A School Asthma and Allergy Survey of 732 students was conducted in a primary school in 2007 by the PCS. The results showed that 14% of the students were asthmatics (diagnosed by a doctor, were using some form of asthma medication or had been admitted to hospital for an asthma attack). Another 16% of the students had symptoms suggestive of asthma (wheezing, chest tightness, exercise induced cough, night time cough) and would need to be evaluated by their family doctors.
From the above survey we know that asthma is relatively common problem among school children. This is the main reason why PCS is embarking on the Asthma Friendly School (AFS) project. We need to stress that asthma is a chronic inflammatory disease of the airways where there is no cure and asthma needs to be diagnosed and controlled early during childhood to prevent permanent airway damage in adulthood.
The AFS project will be launched in conjunction with Perak Lung Health Day 2013 on Sunday 19th May at the Sultan Abdul Aziz Recration Park (Polo Ground) in Ipoh.
Uncontrolled asthma is a leading cause of school absenteeism. It also causes poor school performance and disruptions for the entire class. School staff members, parents and guardians can play an active role in helping students with asthma manage their disease in school.
Students with controlled asthma function optimally in school. They register better school attendances, remain more attentive during lessons and obtain better exam grades. They have fewer symptoms and are able to participate fully in physical activities. They enjoy field trips and have fewer medical emergencies.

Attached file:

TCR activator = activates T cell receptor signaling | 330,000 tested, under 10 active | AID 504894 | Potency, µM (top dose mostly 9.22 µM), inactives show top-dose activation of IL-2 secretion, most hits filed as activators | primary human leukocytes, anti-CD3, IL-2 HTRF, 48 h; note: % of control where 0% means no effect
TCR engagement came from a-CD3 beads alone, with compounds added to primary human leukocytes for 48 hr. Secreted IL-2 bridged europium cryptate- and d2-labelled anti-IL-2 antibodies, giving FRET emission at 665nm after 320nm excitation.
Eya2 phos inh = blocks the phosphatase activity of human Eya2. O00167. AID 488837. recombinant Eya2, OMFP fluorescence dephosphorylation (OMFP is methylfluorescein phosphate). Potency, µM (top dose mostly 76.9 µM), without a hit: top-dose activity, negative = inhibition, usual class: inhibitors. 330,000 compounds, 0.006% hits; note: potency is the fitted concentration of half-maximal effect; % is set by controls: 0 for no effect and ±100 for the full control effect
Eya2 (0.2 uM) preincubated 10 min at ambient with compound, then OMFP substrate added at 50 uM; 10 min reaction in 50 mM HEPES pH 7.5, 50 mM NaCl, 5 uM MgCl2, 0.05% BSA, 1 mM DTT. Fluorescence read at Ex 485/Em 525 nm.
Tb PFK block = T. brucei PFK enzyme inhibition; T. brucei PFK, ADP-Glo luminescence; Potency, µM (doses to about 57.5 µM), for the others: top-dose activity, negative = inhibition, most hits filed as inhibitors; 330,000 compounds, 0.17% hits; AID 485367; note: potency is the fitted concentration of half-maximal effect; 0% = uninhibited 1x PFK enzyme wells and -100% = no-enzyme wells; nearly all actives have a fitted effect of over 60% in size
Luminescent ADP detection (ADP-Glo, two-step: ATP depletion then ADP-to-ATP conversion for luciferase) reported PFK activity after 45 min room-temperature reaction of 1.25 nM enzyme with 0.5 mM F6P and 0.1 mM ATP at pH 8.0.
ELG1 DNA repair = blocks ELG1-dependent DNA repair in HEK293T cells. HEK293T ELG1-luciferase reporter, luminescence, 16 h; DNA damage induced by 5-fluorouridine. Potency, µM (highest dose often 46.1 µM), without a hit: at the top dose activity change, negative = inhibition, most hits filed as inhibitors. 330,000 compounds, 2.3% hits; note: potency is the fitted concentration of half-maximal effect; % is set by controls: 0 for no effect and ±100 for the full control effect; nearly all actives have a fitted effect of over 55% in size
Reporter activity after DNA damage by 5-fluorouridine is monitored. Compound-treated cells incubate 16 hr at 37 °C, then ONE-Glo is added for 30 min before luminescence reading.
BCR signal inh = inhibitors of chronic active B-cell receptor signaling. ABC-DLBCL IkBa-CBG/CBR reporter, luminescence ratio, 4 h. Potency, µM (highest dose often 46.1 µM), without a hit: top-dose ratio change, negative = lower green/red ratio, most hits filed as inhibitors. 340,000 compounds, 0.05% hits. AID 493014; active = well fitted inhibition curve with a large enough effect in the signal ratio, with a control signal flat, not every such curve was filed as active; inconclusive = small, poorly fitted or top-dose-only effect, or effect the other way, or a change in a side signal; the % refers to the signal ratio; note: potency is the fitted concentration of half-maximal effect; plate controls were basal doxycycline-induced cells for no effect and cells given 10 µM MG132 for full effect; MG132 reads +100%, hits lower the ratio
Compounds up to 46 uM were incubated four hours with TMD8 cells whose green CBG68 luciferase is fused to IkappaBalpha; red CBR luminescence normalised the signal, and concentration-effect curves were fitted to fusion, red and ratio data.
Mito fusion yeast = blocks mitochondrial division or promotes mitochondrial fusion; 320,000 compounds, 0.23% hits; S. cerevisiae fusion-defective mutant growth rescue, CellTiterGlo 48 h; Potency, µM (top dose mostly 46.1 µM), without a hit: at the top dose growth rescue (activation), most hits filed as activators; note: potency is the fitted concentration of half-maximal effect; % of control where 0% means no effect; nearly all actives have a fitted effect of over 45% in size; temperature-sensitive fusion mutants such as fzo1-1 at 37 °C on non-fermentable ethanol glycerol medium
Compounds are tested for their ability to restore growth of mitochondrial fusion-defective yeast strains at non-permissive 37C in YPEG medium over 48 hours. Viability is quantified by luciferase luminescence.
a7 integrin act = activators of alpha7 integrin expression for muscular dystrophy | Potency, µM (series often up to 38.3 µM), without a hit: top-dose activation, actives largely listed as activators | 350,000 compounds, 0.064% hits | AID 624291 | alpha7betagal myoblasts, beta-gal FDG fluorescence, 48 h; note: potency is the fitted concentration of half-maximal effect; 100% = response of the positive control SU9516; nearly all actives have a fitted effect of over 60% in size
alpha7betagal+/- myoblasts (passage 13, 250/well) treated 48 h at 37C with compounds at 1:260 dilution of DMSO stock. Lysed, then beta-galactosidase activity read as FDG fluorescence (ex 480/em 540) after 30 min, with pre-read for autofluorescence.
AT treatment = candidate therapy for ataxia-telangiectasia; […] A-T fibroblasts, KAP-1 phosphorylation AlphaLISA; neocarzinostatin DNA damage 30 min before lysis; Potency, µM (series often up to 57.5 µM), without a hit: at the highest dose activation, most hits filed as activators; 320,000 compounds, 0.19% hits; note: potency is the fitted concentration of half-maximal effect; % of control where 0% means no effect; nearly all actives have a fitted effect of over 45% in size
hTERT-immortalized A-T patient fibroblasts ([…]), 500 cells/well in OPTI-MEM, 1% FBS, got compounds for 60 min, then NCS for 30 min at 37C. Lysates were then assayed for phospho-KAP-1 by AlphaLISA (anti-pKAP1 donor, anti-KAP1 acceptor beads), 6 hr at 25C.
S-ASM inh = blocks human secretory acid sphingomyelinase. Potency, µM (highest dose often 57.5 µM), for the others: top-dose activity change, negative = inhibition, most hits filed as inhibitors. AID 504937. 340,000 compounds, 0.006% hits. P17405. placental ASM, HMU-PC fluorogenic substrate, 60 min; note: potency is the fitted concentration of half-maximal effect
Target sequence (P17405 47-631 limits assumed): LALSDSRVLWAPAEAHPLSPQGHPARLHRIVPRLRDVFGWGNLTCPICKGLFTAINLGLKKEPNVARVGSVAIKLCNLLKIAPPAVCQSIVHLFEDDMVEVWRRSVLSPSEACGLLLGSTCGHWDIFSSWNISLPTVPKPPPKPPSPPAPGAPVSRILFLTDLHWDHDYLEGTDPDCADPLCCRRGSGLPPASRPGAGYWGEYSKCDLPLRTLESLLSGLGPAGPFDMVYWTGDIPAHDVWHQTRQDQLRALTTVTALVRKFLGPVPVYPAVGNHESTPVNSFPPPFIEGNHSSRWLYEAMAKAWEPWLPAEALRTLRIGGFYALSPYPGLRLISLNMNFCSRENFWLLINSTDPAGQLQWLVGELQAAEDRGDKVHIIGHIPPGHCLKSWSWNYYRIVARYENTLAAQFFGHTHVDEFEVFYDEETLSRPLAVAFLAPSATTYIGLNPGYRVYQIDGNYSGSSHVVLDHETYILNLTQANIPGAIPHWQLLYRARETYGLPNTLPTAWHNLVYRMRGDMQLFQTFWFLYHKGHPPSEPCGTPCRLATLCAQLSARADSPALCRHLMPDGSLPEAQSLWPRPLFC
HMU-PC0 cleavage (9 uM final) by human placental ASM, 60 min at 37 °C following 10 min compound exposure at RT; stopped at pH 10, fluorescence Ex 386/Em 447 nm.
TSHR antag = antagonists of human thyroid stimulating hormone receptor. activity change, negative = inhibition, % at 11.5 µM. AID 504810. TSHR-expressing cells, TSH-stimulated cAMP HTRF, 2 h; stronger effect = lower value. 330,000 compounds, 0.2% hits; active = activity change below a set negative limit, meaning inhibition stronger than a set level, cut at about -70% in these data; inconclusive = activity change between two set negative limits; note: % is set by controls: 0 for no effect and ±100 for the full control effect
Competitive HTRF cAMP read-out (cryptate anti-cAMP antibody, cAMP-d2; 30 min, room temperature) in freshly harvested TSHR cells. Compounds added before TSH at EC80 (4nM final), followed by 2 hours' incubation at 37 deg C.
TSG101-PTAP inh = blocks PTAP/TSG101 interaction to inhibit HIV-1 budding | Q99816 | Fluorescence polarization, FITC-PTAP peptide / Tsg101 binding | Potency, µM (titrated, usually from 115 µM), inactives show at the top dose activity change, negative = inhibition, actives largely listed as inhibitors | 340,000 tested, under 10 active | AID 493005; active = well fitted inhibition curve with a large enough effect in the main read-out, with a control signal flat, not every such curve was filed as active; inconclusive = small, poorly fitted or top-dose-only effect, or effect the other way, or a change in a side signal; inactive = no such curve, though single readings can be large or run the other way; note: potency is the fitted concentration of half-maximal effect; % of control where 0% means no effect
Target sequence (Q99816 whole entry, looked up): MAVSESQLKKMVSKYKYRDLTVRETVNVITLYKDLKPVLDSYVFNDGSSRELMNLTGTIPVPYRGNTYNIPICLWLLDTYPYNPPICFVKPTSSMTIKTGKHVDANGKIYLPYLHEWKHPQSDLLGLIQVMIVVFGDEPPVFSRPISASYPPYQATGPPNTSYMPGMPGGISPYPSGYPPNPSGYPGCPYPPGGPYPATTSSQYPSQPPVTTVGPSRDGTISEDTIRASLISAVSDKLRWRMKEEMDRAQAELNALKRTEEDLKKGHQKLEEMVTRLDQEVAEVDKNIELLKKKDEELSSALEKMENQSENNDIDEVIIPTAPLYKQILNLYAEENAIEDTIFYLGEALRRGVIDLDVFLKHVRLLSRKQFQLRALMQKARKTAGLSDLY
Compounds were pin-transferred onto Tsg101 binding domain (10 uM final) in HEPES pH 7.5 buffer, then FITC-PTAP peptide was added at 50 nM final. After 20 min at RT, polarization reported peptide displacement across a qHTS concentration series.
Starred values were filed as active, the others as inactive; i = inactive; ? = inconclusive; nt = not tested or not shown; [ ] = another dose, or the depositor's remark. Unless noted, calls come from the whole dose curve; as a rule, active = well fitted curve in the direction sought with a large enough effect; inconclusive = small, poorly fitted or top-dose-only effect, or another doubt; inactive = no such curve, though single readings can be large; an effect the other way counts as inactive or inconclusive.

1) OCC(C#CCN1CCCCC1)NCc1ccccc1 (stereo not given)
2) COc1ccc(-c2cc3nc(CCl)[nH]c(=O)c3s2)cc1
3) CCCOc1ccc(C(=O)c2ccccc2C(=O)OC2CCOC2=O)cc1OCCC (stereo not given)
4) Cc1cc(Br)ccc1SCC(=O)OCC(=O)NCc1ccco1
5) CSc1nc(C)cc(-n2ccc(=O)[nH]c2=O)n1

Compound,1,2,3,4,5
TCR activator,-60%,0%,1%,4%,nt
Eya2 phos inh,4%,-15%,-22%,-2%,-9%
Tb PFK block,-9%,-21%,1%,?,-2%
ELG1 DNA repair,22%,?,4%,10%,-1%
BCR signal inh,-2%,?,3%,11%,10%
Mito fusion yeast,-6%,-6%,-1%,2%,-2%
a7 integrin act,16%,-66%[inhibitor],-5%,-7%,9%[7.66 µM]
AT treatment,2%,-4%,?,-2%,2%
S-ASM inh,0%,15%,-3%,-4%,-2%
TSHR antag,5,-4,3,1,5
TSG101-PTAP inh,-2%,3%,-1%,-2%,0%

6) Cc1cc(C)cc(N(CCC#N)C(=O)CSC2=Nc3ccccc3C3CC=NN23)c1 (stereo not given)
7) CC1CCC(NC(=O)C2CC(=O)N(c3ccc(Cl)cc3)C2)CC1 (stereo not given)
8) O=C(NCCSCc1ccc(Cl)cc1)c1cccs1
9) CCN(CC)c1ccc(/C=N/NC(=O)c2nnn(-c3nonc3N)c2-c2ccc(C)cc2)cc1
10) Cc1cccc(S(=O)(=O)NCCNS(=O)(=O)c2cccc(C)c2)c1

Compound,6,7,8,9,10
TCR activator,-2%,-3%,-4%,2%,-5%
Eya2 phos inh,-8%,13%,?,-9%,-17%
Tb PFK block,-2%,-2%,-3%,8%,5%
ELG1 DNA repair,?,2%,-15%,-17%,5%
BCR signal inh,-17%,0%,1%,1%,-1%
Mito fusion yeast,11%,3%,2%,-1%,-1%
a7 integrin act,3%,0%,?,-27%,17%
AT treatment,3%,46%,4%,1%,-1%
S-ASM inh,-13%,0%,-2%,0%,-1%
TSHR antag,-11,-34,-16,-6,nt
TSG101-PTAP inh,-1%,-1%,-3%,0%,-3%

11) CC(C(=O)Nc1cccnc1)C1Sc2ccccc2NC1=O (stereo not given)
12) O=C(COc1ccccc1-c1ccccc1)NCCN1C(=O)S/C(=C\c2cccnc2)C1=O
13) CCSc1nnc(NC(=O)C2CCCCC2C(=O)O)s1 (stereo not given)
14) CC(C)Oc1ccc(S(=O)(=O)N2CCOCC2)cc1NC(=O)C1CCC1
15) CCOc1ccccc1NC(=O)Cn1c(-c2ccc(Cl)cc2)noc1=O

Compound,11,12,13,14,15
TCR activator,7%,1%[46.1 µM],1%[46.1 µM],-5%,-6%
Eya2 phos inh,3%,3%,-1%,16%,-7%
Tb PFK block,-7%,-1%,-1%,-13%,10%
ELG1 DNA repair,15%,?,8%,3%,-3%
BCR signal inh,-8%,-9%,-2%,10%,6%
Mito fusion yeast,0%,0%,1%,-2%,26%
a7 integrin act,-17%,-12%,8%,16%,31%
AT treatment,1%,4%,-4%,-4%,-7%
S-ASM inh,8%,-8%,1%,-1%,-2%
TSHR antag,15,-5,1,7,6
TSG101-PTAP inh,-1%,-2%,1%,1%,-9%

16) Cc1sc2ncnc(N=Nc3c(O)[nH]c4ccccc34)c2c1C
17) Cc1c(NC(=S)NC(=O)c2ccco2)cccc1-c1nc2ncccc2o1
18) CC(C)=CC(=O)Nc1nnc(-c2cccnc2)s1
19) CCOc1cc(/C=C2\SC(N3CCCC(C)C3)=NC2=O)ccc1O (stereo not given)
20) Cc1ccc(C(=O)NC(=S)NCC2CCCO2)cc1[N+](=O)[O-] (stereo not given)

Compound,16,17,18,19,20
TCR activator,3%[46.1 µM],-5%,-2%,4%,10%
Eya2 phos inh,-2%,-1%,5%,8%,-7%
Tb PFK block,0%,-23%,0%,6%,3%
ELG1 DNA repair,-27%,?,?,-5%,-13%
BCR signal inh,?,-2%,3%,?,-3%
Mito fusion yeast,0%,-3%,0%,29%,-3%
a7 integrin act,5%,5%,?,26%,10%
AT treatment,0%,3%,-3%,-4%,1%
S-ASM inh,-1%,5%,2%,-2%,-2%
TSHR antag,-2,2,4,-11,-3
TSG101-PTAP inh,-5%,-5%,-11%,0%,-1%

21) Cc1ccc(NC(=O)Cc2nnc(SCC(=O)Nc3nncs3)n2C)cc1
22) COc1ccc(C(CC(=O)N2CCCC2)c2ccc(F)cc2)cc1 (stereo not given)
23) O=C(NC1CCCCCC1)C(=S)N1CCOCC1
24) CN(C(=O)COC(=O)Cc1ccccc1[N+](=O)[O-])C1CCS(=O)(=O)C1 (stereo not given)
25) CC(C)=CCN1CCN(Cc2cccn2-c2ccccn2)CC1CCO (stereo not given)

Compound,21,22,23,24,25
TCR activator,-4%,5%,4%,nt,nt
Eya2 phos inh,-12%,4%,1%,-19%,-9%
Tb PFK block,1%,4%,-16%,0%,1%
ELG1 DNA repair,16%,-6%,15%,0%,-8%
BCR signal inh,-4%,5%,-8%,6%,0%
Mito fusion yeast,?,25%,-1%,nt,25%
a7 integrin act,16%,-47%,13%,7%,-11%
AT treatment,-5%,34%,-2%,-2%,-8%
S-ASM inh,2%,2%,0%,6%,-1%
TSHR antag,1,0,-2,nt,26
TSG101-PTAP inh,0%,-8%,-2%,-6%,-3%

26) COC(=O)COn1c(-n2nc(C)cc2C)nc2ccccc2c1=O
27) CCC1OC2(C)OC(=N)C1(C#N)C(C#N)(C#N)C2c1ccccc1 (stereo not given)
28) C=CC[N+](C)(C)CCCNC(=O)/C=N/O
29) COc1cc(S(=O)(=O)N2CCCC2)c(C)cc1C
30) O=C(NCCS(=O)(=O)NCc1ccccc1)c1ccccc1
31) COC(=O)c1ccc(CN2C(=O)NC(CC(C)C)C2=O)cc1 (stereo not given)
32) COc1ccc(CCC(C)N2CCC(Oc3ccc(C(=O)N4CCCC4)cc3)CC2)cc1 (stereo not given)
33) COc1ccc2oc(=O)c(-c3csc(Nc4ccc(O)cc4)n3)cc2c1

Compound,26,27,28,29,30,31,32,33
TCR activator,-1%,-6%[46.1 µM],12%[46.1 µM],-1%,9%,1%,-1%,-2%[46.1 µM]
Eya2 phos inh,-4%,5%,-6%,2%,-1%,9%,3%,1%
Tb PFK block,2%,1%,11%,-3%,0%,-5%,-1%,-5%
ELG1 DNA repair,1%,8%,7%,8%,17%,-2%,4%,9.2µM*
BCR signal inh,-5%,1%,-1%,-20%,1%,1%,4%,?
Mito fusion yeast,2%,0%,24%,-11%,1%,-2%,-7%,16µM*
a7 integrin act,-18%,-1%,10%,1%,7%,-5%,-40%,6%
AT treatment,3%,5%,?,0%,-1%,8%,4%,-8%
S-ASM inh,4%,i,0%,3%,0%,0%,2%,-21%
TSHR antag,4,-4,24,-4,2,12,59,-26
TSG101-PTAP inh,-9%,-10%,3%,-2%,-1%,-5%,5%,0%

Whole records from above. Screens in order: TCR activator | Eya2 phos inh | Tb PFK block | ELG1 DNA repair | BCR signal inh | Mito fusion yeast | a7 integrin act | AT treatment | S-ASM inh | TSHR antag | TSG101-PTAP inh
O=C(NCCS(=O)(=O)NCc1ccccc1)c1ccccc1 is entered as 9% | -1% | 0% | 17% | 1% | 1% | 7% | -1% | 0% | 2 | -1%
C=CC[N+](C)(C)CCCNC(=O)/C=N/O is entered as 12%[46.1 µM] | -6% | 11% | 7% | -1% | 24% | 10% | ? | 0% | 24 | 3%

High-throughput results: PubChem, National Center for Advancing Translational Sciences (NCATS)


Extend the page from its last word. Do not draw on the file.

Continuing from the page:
Students in schools which practise good asthma management are able to:
• Take their asthma medication exactly as prescribed.
• Recognize the symptoms and signs of uncontrolled asthma.
• Identify and avoid asthma triggers.
• Monitor asthma with a peak flow meter.
• Act immediately on recognising the early symptoms and signs of an asthma attack.
• Co-manage their asthma with parents, guardians, doctors and school staff.
Please pause awhile and answer the questions below with a “yes” or “no” to find out how asthma friendly is your school or child’s school.
• Is your school free of tobacco smoke at all times?
• Does the school maintain good indoor air quality? Does it reduce or eliminate allergens and irritants that can make asthma worse?
• Is there a designated school staff member who is able to give the school guidance on medicines, physical education and field trips for students with asthma?
• Can students take medicines at school as recommended by their doctor and parents? Can students carry their own asthma medicines?
• Does your school have a written, individualized emergency plan for each student? Does the plan make clear what action to take during a severe asthma attack? Whom to call? When to call?
• Does someone teach school staff about asthma, asthma management plans, and asthma medicines? Does someone teach all students about asthma and how to help a classmate who has it?
• Do students with exercise-induced asthma have access to their medicine before exercise? Can they choose or modify physical activities when medically necessary?
If the answer to any question above is “no”, students in the school may be facing obstacles to asthma management. Please contact the Perak Chest Society to obtain further information and assistance.
This booklet is created to assist students, parents, guardians and school staff in asthma management. It offers practical information but is not a textbook on asthma management. Please consult the doctor who is looking after the student’s medical needs for more information.
Lastly, I would like to acknowledge with a big “thank you” a whole list of people and companies who laboured tirelessly, sponsored generously and helped make this Asthma Friendly School project possible. The students with asthma appreciate your care.
Dr. Leong Oon Keong
Perak Chest Society.
1st March 2013